Undoubtedly, the $530 NEM Coincheck heist is still causing reverberations in the booming Japanese cryptocurrency market. While the Japanese Financial Security Services redoubles their regulatory efforts, two more exchanges- Mr. Exchange and Tokyo GateWay are resigning. They are now pulling out their FSA application according to a new report from Nikkei Asian Review.
By doing so, reports indicate that they shall now focus their cryptocurrency exchange services to locals only. This is after persistent prompts by the FSA demanding reinforcement of their weak security protocols following a review shortly after the devastating Coincheck hack.
Despite the suspension and shift of business model, they will have to reimburse customers all their cash and digital currency holdings as the law directs.
“The FSA on March 8 ordered both to improve their data security and other safeguards after they were found to be lacking. The companies will leave the exchange business after returning clients’ cash and cryptocurrency holdings.”
BitStation and FSHO are Already Out
Already, it’s curtain down for two exchanges- BitStation and FSHO. This comes after FSA’s assertions of their rigidity and failure to adjust existing security infrastructure.
Unfortunately, the FSA is upbeat and expect more exchanges to fall short of their stringent requirements and cease operations.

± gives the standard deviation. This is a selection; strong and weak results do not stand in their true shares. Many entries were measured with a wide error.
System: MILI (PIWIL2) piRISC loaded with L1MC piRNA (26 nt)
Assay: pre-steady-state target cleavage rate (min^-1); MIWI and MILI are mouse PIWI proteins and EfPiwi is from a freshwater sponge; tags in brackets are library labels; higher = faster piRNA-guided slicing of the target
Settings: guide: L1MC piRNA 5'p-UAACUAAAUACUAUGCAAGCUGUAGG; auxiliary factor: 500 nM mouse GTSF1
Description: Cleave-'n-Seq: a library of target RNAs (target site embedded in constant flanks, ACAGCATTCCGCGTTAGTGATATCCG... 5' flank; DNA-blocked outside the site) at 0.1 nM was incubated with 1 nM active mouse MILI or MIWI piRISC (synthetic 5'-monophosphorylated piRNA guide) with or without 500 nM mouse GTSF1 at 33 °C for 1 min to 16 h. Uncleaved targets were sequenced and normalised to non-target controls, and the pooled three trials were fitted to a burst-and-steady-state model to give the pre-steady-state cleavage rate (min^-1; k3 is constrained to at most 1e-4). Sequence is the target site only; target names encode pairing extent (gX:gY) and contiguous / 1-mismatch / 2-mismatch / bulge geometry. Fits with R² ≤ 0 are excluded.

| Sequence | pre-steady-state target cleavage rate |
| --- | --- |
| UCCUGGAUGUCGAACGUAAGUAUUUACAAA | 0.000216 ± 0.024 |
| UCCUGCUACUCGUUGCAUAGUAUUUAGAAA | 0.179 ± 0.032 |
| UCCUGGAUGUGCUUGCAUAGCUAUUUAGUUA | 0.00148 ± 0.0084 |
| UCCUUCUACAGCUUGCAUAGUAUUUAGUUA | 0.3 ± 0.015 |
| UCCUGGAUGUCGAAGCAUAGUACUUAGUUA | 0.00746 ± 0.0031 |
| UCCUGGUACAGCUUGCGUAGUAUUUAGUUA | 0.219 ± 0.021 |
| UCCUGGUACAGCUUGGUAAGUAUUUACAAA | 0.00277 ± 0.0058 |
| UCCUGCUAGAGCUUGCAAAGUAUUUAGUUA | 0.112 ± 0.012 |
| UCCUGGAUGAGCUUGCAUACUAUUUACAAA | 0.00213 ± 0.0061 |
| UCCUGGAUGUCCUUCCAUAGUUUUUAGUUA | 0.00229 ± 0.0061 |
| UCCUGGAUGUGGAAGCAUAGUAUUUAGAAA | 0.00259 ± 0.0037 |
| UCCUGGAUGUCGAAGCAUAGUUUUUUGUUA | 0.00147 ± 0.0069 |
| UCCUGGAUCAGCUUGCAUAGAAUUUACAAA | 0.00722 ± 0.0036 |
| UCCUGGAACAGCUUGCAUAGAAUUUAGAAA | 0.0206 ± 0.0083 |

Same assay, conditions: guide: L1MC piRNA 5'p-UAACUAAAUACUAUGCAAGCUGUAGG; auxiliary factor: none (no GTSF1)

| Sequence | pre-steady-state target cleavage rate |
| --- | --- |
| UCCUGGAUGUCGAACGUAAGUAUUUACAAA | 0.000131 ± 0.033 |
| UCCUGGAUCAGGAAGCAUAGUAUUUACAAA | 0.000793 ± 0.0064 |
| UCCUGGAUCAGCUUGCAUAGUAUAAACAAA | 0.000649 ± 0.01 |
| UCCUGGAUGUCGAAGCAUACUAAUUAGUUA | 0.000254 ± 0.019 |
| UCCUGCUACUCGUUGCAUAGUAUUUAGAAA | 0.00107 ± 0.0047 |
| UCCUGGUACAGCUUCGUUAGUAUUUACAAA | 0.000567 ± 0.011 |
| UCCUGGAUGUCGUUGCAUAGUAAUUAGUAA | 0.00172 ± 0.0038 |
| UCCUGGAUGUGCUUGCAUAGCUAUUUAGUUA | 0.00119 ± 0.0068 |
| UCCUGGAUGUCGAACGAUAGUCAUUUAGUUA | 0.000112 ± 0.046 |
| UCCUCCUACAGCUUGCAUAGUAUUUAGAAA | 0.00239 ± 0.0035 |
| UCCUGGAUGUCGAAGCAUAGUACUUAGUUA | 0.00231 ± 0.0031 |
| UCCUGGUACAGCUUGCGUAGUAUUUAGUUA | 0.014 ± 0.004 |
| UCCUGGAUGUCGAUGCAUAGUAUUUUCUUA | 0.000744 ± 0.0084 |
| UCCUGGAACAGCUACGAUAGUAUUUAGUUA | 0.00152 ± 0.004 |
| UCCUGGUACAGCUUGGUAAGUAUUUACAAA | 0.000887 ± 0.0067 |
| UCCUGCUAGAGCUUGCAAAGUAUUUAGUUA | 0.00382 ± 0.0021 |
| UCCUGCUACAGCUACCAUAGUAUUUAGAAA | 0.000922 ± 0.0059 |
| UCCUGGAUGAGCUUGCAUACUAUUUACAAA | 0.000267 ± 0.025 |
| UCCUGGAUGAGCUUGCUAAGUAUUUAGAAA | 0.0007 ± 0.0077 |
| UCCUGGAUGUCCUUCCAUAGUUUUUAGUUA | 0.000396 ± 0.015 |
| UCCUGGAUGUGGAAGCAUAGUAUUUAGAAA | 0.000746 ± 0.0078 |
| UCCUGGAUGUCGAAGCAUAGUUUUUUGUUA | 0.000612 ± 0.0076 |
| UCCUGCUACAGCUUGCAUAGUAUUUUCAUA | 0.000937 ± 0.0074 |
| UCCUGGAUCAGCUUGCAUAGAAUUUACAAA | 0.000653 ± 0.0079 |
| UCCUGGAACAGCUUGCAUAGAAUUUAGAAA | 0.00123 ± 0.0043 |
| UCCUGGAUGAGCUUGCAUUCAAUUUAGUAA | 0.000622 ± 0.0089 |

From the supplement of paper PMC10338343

“More are expected to follow, as the FSA has given several exchanges a chance voluntarily close before ordering them to do so”.
Japan Remains Crypto Friendly Despite FSA Oversight
Apparently the FSA is tightening the regulatory news even in the wake of self-regulation within the nascent sector. Unlike China, Japan’s cryptocurrency relationship continues to warm up. Fact is, it is the leading country in Asia when it comes to Bitcoin adoption.
At the moment, more than 10,000 merchants accepts Bitcoin as a form of payment. In face economists estimate that revenue from cryptocurrency taxation will spike to $9.2B in 2018.
Therefore it is no surprise that exchanges continue to proliferate in a niche that remains largely without proper regulation. However, in the wake of recent Coincheck breach, regulators are heeding calls for consumer protection and are now enforcing their April 2017 registration directives.